Friday, 22 January 2010

Discrimination frustrates free movement in the EU

The free movement of people has been an aim since the 1957 EEC Treaty. Discrimination on grounds of nationality has been prohibited for as long. Directive 2004/38 on the right of the citizens of the (European) Union and their family members to move and reside freely within the territory of the Member States is supposed to enhance and protect these rights.

However, restrictive and discriminatory practices persist in the EU member states, making a mockery out of citizens’ rights. A short blog post on Talking about the EU – Moving on up (21 January 2010) – started a revealing discussion about Kafkaesque experiences of absurd practices facing people who move from one EU country to another (Britain).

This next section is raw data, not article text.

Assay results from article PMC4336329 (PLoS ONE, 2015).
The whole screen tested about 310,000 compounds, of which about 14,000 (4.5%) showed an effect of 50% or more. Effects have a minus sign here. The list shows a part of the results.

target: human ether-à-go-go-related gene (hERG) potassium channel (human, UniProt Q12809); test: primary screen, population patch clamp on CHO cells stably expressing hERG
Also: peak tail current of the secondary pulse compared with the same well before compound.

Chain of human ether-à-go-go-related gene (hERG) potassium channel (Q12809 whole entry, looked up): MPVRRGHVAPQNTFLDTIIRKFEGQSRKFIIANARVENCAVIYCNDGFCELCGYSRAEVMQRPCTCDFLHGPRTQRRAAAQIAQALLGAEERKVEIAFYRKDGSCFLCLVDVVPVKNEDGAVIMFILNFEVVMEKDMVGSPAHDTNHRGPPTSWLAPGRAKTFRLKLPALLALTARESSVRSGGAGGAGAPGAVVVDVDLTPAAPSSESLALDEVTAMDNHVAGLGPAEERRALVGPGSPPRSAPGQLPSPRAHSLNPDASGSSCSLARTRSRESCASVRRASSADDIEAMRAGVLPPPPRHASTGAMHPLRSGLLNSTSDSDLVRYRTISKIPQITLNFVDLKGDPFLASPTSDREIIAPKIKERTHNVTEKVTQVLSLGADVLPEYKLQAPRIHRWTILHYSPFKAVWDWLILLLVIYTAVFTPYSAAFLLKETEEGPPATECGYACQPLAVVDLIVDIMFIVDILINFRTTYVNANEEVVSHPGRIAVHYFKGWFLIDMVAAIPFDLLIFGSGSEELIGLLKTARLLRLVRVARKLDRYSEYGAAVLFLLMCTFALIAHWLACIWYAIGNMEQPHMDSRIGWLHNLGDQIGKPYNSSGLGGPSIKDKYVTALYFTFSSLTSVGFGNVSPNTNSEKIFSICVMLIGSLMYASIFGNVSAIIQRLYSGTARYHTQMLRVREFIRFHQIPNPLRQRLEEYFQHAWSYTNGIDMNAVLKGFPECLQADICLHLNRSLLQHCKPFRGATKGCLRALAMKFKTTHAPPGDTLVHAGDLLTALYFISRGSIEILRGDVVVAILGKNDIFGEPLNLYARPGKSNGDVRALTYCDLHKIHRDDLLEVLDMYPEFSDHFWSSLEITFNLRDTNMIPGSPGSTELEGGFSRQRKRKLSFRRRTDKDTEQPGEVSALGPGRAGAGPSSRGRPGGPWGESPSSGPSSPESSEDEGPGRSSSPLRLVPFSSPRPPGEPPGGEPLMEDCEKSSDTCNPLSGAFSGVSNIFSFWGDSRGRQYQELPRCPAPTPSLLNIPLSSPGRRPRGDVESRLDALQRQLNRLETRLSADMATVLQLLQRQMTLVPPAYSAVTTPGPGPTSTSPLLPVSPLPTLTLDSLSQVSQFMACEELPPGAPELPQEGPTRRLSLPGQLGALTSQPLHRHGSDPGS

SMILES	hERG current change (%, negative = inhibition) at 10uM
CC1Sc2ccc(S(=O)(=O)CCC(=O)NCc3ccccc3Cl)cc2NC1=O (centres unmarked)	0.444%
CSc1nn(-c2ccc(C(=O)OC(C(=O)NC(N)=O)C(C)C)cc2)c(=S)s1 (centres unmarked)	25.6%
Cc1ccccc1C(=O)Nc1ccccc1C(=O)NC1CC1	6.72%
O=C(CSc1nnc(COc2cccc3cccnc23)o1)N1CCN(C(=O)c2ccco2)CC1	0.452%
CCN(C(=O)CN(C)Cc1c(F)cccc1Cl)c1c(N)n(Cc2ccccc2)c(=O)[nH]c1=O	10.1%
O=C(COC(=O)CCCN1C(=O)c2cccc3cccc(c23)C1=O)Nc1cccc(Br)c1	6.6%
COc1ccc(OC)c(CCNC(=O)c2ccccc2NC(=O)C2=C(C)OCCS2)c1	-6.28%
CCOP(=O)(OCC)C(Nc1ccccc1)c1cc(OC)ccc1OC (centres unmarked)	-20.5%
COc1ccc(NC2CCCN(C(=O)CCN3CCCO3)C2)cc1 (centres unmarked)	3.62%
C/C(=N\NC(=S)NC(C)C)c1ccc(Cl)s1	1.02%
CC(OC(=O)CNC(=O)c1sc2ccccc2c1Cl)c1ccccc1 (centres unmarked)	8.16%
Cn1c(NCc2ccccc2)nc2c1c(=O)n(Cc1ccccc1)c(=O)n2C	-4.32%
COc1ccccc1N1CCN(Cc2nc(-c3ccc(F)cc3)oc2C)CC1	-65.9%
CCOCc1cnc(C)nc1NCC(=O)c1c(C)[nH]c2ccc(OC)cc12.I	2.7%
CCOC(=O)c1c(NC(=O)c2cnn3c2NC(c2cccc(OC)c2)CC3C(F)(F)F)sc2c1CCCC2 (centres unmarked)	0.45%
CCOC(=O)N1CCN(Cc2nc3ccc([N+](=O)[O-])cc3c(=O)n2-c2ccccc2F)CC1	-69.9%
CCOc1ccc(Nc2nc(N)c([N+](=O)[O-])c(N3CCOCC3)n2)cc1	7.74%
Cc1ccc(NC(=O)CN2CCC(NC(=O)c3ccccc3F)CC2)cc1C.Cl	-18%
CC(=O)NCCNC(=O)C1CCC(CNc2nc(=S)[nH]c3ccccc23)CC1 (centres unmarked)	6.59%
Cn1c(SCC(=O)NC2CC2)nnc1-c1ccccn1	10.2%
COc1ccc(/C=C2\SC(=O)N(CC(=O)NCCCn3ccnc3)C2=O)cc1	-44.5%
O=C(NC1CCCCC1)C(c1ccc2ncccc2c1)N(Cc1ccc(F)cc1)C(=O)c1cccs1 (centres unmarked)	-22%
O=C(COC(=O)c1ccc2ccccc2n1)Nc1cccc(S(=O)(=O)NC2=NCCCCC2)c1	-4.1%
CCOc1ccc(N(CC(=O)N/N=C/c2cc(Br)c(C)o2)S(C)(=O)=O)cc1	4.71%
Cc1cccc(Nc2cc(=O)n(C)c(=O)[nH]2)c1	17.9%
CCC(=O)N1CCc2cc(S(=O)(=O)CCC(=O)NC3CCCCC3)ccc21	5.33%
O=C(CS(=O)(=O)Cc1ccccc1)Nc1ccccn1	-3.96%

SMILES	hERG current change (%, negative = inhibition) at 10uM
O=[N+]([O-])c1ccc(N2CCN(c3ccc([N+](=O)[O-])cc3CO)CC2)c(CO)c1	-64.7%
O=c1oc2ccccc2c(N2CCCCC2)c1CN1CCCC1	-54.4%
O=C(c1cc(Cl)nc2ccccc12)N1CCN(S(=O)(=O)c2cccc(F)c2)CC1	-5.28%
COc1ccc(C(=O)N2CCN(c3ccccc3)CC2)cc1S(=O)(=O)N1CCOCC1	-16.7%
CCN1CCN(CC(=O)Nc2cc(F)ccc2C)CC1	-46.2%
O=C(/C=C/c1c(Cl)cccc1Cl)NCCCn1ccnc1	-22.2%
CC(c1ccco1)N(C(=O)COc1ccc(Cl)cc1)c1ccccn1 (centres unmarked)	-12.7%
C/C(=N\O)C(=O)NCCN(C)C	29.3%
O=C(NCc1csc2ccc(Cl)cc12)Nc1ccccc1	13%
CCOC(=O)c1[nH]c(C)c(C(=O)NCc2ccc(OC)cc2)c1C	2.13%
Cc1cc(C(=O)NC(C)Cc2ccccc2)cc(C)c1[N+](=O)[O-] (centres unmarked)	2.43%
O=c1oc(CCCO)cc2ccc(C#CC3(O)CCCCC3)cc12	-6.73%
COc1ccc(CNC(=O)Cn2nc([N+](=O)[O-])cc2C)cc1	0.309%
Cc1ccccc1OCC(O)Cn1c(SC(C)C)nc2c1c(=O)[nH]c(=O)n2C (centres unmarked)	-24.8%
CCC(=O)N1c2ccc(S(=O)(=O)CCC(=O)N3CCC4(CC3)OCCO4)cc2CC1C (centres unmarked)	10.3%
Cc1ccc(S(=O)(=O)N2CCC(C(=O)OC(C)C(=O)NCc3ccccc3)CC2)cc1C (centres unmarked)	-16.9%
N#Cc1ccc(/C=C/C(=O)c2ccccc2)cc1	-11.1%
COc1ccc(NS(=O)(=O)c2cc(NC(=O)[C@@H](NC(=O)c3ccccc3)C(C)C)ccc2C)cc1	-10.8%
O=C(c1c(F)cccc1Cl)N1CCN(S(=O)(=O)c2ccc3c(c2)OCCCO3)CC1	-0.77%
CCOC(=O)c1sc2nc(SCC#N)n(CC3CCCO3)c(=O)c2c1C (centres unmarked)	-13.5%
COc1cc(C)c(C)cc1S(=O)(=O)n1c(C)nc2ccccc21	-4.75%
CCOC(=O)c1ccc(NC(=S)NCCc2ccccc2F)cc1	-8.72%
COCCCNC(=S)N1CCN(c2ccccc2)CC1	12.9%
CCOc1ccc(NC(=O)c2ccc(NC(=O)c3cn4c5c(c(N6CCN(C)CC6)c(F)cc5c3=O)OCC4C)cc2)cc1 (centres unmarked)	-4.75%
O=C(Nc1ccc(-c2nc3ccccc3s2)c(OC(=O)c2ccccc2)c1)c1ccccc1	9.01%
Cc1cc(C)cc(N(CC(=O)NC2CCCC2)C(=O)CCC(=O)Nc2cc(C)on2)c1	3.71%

From Sainsbury’s not accepting EU identity cards to problems opening a bank account, renting a flat or getting a contract for a mobile phone or broadband access, the ingenuity of private firms and landlords to frustrate movers seems endless.

This is an important discussion about the everyday experiences of EU citizens. You can contribute to the discussion on Talking about the EU.

What have you or your expat friends experienced?

What should be done?

Ralf Grahn

P.S. Educate yourself and brush up your language skills by reading Euroblogs. On Bruxelles2 (in French) the journalist Nicolas Grosverheyde writes expertly about the security and defence issues facing the European Union.

Bruxelles2 is listed with more than 500 great Euroblogs on growing multilingual, your useful one-stop-shop for fact, opinion and gossip on European affairs, i.a. politics, policies, communication, economics, finance, business, civil society and law. You can also subscribe to the RSS feed for new blog posts appearing on

By the way, I also discuss European issues in Finnish on Eurooppaoikeus and in Swedish on Grahnblawg.